Overall, you can save yourself money here and there by repurposing what you have in front of you rather than buying new items you’ll likely end up donating when you leave anyway. Plus, you have the added benefit of testing your resourcefulness and helping the planet in a small way!
5. Budgeting Tools
If you take away anything from this post, I hope it’s what follows. The most crucial tool that has helped me to be organized, prepared, and well-managed has been my daily budget sheet. I, an unskilled Microsoft user, created a basic guideline in Excel. Each column designates a week. Every other box down the column is the date with my costs filled in below. And I use the functions to automatically total each week, then the total month, and then the running total of all my months. It’s truly basic, and if I can manage, I have full belief you can do it better than I!
But none of this matters if you don’t set a budgeting goal for yourself. I started by setting a weekly goal for myself around how much I could spend. I quickly adapted my budget based on what I learned from being here, so know that it’s perfectly normal to adjust your goals after you spend time learning the costs of everything. I found that the weekly budget was good to start so I could offset overspending one week to underspending in another. But you can choose which focus will be best for you, I noticed I needed tighter constraints so I focused on budgeting by the week. It’s hard to know what to base it off of right away, so it will take some trial and error for you to learn your minimum and maximum budget.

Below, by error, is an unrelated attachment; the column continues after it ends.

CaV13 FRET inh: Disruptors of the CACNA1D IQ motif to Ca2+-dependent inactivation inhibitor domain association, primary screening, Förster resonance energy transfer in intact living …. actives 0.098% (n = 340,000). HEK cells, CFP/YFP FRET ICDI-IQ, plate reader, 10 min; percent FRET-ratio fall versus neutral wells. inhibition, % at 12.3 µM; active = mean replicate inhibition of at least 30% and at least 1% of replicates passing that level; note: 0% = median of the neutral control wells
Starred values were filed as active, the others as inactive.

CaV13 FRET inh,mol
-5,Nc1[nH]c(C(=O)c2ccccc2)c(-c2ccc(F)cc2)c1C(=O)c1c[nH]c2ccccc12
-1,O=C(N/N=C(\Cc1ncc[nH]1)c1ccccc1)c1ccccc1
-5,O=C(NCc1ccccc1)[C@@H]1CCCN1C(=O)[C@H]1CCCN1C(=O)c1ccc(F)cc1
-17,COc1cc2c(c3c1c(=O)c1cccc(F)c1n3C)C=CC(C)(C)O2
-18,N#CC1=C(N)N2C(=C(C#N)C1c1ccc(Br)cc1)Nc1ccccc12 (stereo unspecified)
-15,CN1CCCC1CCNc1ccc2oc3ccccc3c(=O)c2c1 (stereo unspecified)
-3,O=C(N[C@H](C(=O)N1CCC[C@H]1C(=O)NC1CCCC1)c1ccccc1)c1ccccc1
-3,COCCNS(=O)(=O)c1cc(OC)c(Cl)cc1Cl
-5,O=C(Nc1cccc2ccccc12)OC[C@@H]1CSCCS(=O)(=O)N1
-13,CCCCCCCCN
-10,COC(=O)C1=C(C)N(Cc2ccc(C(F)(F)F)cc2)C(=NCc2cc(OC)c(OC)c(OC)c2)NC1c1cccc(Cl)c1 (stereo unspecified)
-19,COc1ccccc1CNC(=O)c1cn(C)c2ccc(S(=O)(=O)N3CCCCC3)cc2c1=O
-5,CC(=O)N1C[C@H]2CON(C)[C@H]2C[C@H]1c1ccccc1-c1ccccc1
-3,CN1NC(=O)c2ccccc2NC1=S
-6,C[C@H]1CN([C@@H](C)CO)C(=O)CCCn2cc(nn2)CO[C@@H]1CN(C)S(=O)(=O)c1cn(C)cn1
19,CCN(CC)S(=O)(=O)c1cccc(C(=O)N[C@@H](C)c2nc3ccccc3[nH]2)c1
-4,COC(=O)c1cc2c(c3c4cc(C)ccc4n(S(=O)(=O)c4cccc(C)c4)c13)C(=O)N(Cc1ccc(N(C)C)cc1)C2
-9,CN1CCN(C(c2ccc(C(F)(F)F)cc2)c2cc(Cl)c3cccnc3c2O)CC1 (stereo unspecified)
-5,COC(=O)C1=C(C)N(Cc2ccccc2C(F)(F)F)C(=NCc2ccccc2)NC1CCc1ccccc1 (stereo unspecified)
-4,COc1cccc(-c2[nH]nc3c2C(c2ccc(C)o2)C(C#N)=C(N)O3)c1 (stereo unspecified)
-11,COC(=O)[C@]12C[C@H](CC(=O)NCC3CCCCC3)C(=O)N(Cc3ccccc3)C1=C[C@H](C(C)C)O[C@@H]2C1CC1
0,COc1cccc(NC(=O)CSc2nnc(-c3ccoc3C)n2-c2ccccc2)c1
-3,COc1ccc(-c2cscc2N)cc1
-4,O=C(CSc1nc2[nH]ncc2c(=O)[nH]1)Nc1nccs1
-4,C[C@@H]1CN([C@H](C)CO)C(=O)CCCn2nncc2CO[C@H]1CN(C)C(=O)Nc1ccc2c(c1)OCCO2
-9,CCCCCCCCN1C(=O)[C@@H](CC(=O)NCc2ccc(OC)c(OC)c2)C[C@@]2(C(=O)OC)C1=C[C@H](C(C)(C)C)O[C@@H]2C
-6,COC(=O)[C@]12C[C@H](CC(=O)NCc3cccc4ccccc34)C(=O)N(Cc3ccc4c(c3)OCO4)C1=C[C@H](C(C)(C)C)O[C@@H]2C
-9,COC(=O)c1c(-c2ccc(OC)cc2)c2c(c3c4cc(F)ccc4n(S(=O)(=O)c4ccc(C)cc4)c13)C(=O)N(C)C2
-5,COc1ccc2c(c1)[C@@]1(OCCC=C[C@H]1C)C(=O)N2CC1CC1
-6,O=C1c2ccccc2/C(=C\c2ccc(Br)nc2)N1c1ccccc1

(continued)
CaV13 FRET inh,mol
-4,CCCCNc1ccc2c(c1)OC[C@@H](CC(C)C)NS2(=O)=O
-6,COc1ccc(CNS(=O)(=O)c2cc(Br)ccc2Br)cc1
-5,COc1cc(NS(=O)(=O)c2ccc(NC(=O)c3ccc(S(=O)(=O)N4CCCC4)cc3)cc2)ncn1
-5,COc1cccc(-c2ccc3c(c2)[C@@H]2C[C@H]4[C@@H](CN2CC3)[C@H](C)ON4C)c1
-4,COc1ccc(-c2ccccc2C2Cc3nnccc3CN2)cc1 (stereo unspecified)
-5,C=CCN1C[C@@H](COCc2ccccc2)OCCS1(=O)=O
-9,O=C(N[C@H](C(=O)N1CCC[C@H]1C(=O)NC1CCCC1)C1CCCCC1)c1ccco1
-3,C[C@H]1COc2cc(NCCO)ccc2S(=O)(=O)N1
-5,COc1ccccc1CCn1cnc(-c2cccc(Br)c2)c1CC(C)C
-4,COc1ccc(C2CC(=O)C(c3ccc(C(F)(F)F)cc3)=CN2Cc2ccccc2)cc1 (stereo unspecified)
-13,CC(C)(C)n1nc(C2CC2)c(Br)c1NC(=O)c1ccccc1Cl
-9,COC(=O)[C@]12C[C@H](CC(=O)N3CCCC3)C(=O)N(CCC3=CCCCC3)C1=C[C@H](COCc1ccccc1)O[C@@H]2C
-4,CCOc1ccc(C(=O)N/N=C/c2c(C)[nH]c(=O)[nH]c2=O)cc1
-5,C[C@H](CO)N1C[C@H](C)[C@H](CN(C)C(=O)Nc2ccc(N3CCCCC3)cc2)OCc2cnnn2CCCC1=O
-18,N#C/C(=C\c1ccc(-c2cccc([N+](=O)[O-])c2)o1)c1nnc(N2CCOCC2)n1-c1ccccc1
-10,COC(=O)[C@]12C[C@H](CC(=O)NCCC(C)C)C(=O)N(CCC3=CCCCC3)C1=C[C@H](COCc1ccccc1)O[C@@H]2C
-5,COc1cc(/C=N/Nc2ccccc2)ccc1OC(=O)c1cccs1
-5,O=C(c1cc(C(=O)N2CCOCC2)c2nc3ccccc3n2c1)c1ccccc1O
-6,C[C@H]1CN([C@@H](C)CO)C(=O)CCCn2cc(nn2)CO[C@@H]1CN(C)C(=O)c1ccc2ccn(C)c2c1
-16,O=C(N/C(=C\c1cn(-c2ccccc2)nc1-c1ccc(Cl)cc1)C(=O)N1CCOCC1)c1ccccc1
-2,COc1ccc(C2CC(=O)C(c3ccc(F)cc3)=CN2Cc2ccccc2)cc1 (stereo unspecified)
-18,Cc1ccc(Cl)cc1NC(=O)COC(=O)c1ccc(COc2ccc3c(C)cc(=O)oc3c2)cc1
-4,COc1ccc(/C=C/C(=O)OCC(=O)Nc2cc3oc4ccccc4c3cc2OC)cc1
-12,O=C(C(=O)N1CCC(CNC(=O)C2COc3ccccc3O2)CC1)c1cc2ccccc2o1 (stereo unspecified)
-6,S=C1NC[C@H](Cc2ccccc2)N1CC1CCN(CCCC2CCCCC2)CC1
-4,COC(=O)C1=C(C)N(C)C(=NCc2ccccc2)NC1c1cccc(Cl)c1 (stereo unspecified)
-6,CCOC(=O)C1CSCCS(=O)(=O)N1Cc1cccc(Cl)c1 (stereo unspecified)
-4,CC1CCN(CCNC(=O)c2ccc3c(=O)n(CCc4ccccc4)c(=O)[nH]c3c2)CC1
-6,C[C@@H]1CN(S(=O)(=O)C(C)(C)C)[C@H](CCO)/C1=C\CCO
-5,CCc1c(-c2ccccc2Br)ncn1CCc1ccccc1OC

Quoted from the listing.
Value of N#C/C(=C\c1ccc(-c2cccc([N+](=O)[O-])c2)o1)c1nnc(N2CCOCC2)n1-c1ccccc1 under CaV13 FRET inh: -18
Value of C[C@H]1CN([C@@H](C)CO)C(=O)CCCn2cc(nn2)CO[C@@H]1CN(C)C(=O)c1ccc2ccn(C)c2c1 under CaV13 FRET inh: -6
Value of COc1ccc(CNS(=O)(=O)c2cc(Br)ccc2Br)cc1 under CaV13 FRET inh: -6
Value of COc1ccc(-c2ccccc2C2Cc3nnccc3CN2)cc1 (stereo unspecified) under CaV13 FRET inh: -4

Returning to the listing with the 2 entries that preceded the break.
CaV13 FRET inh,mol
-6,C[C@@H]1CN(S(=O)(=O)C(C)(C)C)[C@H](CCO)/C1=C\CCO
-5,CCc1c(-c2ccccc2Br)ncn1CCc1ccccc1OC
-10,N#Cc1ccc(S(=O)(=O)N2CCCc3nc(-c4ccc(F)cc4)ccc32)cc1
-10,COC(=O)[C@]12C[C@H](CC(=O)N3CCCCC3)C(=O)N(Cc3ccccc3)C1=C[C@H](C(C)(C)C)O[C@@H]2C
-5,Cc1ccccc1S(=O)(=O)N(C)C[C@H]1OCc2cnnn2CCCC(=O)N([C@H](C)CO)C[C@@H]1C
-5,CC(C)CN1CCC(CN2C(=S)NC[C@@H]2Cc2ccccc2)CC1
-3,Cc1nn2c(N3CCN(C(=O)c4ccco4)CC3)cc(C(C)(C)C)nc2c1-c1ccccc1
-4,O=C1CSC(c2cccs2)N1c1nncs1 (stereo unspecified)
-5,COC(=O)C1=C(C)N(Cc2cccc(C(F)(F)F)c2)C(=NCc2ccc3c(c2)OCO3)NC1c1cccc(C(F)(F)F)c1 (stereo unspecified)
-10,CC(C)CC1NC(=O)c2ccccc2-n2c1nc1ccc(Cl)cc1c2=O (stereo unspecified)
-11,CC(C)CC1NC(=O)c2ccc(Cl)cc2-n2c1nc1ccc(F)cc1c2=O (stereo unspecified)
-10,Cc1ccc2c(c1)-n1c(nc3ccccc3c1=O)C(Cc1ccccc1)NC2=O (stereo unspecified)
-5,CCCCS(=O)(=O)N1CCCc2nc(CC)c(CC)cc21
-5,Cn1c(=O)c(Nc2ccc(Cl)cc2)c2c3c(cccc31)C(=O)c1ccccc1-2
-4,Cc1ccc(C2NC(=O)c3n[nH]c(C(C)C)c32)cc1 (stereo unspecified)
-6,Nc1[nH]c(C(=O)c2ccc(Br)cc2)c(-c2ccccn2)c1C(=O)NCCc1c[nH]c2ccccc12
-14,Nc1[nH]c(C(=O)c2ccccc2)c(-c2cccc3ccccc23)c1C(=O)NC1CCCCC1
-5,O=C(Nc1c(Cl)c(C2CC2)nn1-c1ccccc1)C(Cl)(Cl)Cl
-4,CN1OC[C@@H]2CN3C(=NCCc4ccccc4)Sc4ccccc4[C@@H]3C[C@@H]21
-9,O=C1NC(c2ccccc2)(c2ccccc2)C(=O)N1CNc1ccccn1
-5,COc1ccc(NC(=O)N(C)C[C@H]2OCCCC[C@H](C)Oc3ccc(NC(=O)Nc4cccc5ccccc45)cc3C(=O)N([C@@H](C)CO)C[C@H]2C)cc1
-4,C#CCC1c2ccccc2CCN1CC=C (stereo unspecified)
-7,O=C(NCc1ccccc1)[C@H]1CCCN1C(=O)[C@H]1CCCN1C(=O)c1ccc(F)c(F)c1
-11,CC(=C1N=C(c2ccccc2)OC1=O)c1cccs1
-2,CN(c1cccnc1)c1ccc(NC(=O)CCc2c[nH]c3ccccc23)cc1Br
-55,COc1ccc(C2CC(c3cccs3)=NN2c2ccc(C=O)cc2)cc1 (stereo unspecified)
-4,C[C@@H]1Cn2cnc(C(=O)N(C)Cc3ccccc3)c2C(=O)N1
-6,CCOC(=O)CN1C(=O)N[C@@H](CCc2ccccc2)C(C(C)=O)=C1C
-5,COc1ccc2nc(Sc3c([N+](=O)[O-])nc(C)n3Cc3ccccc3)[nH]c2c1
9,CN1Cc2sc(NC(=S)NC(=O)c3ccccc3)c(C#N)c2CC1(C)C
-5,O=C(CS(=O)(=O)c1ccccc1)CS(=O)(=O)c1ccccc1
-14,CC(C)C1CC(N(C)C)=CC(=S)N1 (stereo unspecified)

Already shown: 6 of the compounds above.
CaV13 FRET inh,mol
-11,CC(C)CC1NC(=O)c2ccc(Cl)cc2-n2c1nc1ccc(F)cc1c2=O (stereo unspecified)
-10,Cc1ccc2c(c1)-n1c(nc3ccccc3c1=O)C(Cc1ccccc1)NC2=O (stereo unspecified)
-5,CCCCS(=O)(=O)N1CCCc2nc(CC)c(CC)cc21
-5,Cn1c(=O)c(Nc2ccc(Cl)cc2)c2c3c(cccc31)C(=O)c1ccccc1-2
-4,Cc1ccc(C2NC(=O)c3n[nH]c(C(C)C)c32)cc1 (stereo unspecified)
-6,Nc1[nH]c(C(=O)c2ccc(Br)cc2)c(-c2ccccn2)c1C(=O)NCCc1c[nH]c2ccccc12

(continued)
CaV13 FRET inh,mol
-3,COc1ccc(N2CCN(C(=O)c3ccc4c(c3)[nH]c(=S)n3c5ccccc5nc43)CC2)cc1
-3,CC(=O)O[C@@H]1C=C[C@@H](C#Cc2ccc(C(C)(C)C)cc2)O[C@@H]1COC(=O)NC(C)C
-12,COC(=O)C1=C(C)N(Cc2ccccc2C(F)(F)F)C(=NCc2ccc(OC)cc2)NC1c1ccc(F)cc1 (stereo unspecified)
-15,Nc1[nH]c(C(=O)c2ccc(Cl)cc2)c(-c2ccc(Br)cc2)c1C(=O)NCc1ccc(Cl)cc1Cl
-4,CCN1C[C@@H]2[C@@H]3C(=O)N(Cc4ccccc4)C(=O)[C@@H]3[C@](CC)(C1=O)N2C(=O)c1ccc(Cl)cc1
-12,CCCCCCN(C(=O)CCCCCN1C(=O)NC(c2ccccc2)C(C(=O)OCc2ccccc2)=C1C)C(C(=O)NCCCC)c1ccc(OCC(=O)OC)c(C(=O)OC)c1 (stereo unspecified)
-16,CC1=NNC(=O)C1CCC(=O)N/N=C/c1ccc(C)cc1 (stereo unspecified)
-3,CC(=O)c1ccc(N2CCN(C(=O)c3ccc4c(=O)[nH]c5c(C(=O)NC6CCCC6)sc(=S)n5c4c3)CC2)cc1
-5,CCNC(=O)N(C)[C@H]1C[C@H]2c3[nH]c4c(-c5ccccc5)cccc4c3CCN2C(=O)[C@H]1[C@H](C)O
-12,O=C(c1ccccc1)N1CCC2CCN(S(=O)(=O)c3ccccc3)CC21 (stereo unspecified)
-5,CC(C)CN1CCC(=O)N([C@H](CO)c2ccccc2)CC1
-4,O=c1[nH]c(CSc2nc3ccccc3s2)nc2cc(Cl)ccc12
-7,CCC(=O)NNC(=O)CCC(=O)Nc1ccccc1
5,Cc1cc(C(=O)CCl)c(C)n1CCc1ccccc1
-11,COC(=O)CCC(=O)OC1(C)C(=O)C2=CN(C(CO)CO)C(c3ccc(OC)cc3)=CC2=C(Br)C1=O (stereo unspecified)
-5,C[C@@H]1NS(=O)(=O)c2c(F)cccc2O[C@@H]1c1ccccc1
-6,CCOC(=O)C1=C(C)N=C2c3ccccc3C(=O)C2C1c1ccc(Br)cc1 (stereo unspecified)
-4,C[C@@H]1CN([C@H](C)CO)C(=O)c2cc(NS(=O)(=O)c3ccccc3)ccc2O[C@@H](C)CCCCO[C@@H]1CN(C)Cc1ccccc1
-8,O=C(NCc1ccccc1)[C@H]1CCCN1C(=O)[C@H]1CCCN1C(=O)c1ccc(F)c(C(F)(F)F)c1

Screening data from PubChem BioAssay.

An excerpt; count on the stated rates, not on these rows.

Side note: don’t be afraid if your first few weeks look intense. You have to get settled and buy a lot of goods upfront that you won’t be buying daily, so your budget sheet might scream that you’re spending a lot.
To maximize efficiency, I fill out my budget sheet every night so I can track my money moving forward to the new day. I stick to only using my Dutch bank card so I can keep my costs in one location. Plus, it’s good to note that if you plan to use your U.S. bank you need to check for international fees. And you should inform the bank that you’re traveling, otherwise each transaction you make abroad will be flagged as a potential scammer, which could leave you stranded trying to call the bank to remove the hold on your card.
In conclusion, what works best for me might not be the best for you. Money management is a skill, and one that’s not easy to learn. Any budgeting will rely upon your own habits and behaviors. The best general advice would be to take a good look at what your habits are and how they affect your spending, and be sure to filter out things that are draining your health and your wallet. Prioritize what you absolutely need to survive, and mindfully indulge in the things you want. The way I think about it is if I don’t need it to survive, it’s extra. And if it’s extra, what does it add to my life that justifies me spending the money? The practice of actively reflecting on each purchase takes a lot of energy, but it has helped me save money to put towards experiences rather than material things.
So, whether it be spending money to save for bigger trips or general cost saving, these recommendations and more will surely help lead you down a path to being less concerned about finances and more concerned about enjoying your time abroad!
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<p>Hi there! I’m Cali Carper, a small-town Wisconsin girl who enjoys her book collection, dance, fashion, thrifting, knitting, and thinking critically. Currently, I’m a fifth-year student at Penn State studying Criminology and Comparative Literature with minors in Korean, Asian Studies, Sociology, Global Studies, and English. When I was a first-year student, I spent a summer abroad at Yonsei University in Seoul, South Korea. In my last year, I’ll be traversing Europe for a semester during my study abroad trip to Amsterdam, where I’ll participate in the Law & Criminology program at Vrije Universiteit Amsterdam!</p>